Jeane did not to agree. As her guests continued to chatter about the latest fashions, and how German women were too thick to wear them with style, she merely listened and nodded her head now and then. It was as if she were disappearing into democracy itself, being equal to her guests diminishing her as hostess. She was there to see to it that her guests were waited upon, not to wait upon them herself. She’d arranged Tuesdays as a homage to what remained of French aristocratic impulses, high culture, and esoteric appreciation of art for art’s sake.
The American sisters had been amusing, but when they’d gone, she pondered their words. Was it possible they understood Manet better than his countrymen? He’d experienced so much rejection by the art world, but for good reason. His pictures were interesting but disturbing, the critics said, not unlike the divided opinions of Darwin’s Origin of the Species she’d finished reading yesterday afternoon. Nowhere had she heard Manet’s painting described as beautiful. Ordinary people doing the ordinary tasks and occupations of life could never be described as beautiful. Olympia and Nana were pictures of prostitutes. It was hardly a coincidence that Manet died of the pox.
The more she tried to consign the Americans’ remarks to idle tea-time chit-chat, however, the more they began to appear profound. Manet was a Realist. Not in his style of painting but in his realization that people had become spectators rather than actors in life—his Luncheon On the Grass depicted that so painfully. She returned to her mirror, scrutinizing her reflection for a hint of facial paralysis.
“You’re distracted, my dear wife,” Valore La Franc said as he gave her cheek a playful peck. “It’s not the homecoming I expected. You’re usually gay after an afternoon clucking with your hens.”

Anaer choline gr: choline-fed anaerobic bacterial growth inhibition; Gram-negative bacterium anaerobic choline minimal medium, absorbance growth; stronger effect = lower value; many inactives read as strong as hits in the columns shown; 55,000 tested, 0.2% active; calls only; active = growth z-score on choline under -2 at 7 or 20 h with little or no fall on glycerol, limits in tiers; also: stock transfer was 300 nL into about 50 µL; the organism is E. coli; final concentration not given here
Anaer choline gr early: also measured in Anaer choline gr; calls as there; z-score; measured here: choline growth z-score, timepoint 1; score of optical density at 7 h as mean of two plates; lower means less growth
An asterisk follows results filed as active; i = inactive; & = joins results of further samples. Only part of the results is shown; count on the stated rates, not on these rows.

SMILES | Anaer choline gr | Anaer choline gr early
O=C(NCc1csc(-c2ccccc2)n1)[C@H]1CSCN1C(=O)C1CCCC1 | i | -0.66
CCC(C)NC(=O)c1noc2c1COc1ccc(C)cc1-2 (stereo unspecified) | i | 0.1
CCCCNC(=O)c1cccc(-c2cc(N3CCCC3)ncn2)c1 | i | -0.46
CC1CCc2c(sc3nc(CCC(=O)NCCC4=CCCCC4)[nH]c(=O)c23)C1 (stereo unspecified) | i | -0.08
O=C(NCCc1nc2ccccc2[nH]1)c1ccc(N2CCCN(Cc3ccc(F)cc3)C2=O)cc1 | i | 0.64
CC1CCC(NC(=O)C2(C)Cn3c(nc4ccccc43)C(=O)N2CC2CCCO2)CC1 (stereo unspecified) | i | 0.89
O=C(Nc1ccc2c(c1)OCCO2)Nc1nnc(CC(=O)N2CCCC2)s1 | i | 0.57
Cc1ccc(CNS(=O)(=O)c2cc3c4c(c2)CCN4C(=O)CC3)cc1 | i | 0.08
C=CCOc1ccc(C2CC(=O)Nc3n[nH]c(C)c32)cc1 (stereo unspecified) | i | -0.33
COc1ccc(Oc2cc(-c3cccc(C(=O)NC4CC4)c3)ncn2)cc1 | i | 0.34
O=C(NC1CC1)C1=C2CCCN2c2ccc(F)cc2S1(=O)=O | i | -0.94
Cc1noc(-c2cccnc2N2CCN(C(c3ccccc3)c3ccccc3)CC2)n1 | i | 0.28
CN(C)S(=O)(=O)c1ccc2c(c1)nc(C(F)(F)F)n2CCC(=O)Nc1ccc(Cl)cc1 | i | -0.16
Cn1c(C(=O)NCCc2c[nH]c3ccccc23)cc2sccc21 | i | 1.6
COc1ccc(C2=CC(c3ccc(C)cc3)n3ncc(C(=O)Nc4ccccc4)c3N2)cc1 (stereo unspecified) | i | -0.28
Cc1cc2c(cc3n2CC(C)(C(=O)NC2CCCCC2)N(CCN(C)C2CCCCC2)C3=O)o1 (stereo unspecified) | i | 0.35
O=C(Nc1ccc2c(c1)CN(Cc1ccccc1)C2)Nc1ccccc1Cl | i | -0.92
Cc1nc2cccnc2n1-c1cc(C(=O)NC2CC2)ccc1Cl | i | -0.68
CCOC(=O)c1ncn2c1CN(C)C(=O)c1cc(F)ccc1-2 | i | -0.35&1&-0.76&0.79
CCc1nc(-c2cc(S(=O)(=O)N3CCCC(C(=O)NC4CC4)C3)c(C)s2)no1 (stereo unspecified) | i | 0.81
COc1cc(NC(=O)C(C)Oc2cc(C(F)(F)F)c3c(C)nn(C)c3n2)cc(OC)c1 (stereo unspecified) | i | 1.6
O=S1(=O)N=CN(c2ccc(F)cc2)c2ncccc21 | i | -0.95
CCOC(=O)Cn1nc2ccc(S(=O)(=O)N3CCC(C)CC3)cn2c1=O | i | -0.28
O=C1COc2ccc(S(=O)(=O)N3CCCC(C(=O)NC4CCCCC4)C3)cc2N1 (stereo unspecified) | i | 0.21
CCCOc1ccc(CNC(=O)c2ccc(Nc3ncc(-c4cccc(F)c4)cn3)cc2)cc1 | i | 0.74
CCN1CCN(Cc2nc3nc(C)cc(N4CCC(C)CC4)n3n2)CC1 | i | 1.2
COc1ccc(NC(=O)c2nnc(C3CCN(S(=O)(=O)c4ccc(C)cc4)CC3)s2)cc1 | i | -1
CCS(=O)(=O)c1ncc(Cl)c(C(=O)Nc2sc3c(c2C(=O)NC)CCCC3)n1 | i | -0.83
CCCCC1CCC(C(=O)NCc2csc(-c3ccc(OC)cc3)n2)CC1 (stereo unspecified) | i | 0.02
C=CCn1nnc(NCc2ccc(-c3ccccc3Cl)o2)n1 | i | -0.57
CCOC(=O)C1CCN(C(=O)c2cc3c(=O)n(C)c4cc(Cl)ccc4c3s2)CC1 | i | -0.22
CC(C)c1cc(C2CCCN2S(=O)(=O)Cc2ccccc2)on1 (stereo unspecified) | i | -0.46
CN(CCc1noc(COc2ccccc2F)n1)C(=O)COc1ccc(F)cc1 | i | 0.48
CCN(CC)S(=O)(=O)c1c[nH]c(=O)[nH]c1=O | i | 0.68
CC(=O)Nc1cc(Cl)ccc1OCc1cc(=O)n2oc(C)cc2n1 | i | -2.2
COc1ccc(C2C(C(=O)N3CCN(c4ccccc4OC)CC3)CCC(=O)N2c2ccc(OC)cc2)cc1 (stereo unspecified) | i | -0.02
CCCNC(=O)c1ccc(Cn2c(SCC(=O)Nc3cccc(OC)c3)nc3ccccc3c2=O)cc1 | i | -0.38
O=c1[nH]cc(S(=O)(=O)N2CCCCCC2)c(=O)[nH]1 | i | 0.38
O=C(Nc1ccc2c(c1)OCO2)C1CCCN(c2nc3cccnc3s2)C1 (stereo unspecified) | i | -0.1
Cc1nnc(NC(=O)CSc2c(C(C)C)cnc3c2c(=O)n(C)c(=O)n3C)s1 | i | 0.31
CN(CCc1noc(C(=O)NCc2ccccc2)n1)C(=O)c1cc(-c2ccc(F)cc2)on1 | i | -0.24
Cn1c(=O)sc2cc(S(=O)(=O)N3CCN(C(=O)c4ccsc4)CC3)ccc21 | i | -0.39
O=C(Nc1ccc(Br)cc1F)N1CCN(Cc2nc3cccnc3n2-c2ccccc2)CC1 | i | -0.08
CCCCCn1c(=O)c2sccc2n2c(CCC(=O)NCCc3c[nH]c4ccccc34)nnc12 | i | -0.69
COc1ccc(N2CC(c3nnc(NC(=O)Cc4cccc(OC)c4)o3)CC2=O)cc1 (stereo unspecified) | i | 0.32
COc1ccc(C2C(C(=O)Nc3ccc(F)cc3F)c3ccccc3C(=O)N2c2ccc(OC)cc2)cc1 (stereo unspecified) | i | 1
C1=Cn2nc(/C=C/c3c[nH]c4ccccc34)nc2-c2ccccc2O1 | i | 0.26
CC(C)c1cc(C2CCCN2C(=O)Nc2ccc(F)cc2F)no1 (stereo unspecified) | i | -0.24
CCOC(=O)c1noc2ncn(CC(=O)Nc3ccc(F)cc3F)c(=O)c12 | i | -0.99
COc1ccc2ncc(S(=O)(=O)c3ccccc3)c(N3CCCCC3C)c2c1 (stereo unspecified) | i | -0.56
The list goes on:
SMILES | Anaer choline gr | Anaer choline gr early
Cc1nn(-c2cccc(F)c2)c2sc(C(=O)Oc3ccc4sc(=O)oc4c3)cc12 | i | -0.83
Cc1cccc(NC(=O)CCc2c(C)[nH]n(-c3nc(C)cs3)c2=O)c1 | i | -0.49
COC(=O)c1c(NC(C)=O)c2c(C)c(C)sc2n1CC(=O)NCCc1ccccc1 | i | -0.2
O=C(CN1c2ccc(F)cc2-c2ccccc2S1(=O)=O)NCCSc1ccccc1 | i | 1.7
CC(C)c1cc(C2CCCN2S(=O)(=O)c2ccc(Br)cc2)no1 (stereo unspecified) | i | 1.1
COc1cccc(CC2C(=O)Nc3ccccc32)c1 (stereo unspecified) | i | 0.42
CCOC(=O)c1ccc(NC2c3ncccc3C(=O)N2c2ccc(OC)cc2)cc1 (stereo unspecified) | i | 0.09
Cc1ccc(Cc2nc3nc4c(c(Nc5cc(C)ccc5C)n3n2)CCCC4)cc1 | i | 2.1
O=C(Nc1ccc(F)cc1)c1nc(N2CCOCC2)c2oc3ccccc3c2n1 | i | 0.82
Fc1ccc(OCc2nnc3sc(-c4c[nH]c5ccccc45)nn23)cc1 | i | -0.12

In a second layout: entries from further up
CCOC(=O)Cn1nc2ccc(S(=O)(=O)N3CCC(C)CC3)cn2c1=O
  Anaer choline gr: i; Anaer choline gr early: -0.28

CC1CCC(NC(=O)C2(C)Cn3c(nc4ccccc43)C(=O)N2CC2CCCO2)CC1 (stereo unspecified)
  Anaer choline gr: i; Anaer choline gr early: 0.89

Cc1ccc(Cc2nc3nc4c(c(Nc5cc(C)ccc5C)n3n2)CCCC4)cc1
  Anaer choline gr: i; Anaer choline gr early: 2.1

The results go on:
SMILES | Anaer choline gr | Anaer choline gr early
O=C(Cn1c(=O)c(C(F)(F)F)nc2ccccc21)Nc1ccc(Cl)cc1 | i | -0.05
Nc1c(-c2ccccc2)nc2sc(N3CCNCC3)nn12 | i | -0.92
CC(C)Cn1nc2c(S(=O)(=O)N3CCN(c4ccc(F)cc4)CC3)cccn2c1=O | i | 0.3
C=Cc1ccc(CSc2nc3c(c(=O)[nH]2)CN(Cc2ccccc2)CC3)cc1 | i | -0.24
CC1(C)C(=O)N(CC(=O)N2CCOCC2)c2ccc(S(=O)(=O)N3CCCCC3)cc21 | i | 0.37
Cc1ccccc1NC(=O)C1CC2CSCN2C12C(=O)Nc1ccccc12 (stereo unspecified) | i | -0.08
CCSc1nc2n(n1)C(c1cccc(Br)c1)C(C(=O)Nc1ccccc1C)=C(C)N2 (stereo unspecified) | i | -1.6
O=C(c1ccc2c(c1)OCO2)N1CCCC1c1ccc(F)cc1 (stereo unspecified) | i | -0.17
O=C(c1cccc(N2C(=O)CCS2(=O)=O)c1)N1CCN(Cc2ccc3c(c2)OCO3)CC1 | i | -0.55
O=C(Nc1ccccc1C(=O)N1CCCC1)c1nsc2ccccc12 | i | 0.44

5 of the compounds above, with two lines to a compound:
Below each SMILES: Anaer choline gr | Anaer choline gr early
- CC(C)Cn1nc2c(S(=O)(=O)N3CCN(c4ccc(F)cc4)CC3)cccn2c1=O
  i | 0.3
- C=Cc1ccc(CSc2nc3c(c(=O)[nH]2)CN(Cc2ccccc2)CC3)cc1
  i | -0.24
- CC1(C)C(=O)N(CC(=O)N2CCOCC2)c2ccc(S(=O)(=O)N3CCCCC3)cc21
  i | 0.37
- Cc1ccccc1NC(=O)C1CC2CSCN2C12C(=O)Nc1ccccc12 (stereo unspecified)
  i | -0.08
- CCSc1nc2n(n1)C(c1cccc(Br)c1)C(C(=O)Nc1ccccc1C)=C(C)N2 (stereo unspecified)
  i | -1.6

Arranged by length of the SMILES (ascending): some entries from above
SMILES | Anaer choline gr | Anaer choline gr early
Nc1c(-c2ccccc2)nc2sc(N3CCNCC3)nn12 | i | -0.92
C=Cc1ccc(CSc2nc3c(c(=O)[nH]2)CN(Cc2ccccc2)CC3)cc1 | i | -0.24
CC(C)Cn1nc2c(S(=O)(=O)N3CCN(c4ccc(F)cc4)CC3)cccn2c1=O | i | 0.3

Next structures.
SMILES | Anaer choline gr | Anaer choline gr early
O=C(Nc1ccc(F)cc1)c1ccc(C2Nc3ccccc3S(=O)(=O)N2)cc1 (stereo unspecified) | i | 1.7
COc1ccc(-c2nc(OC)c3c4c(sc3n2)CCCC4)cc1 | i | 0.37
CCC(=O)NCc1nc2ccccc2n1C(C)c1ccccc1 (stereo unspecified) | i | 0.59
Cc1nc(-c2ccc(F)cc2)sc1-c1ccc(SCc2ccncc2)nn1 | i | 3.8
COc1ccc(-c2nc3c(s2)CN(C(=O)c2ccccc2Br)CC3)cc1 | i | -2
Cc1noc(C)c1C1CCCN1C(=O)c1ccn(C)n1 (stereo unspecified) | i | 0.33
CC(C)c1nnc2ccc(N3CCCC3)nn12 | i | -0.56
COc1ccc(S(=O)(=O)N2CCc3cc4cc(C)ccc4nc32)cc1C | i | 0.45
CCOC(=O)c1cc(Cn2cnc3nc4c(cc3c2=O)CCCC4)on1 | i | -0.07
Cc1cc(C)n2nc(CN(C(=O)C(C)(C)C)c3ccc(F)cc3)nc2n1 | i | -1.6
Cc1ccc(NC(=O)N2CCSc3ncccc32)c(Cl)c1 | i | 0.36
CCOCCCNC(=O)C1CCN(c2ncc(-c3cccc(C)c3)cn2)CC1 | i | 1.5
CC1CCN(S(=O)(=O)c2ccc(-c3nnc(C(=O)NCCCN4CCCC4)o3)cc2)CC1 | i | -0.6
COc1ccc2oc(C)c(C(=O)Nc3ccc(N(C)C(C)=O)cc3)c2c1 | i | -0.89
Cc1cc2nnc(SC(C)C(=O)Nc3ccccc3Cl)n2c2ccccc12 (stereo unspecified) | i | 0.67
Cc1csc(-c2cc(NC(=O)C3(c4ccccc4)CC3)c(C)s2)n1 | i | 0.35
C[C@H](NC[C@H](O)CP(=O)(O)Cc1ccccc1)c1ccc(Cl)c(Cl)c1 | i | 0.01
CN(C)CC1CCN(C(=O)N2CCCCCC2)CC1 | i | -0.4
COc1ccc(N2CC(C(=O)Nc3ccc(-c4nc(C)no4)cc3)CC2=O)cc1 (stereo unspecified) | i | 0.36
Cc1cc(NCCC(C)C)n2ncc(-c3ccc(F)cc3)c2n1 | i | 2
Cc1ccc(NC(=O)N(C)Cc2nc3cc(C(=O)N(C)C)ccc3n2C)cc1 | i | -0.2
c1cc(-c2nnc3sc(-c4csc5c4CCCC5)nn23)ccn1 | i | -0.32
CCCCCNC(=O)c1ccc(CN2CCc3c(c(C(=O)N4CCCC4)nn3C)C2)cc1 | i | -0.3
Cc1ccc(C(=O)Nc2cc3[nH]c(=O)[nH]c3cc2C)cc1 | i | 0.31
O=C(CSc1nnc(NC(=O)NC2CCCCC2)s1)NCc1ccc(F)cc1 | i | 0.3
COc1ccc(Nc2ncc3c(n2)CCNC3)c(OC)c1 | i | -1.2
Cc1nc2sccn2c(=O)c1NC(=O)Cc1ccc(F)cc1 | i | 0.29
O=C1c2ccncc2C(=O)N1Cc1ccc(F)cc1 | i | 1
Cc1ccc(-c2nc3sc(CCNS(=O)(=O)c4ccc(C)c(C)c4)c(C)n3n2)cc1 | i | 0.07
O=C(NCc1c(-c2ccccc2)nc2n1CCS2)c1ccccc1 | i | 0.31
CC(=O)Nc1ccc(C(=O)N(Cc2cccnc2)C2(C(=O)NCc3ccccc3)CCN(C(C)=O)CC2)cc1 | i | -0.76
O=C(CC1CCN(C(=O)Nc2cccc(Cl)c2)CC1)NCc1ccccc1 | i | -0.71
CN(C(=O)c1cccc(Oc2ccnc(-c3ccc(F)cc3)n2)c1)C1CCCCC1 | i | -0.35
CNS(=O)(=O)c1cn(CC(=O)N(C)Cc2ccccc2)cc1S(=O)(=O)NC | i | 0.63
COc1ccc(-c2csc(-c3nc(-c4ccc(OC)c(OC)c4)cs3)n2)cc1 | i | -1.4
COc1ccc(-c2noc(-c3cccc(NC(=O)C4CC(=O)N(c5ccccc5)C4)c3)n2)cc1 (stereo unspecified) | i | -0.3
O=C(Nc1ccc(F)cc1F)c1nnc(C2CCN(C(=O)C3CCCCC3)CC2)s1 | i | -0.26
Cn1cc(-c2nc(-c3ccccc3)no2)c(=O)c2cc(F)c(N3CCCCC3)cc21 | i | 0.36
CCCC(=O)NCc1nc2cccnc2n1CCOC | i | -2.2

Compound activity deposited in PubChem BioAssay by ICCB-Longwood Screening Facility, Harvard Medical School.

Jeane managed a small smile. Valore had taken to calling her friends hens since he overheard their conversation one Tuesday when he was home with a cold. “Today I feel as though my chicken coop was invaded by eagles. It was the presence of the Americans, I think.”
“Lucy and Cecelia Kingsford are fine young ladies, I’m told by many of Calais’ fine young gentlemen. Tres amusant,” he said.
“Yes, very amusing. And astute in their own way.” She pulled a light wool shawl around her shoulders.
“You’re not cold, Jeane, surely. It’s only five thirty and it’s July.”
“Yes, I know, but I need something to hold me together. I feel as though I—no, the whole world—has lost something precious and I didn’t realize it until this afternoon. I’ve no idea of what it is, but I’m afraid I wear a poker-face because I can’t find it.” She looked at Valore, but he had spoken to her without looking at her. Without listening. Sitting so still. Reading his newspaper although they were in their bedroom, her dinner clothes laid out neatly by her upstairs maid. It being summer, they were to dine outside in their garden. She wondered: Did the men in Manet’s painting not notice their luncheon companion on the grass was naked? Would Valore notice if she dined naked? Would he ravish her among the radishes and roses? Or had her husband become so evolved, so civilized, he’d become an Englishman?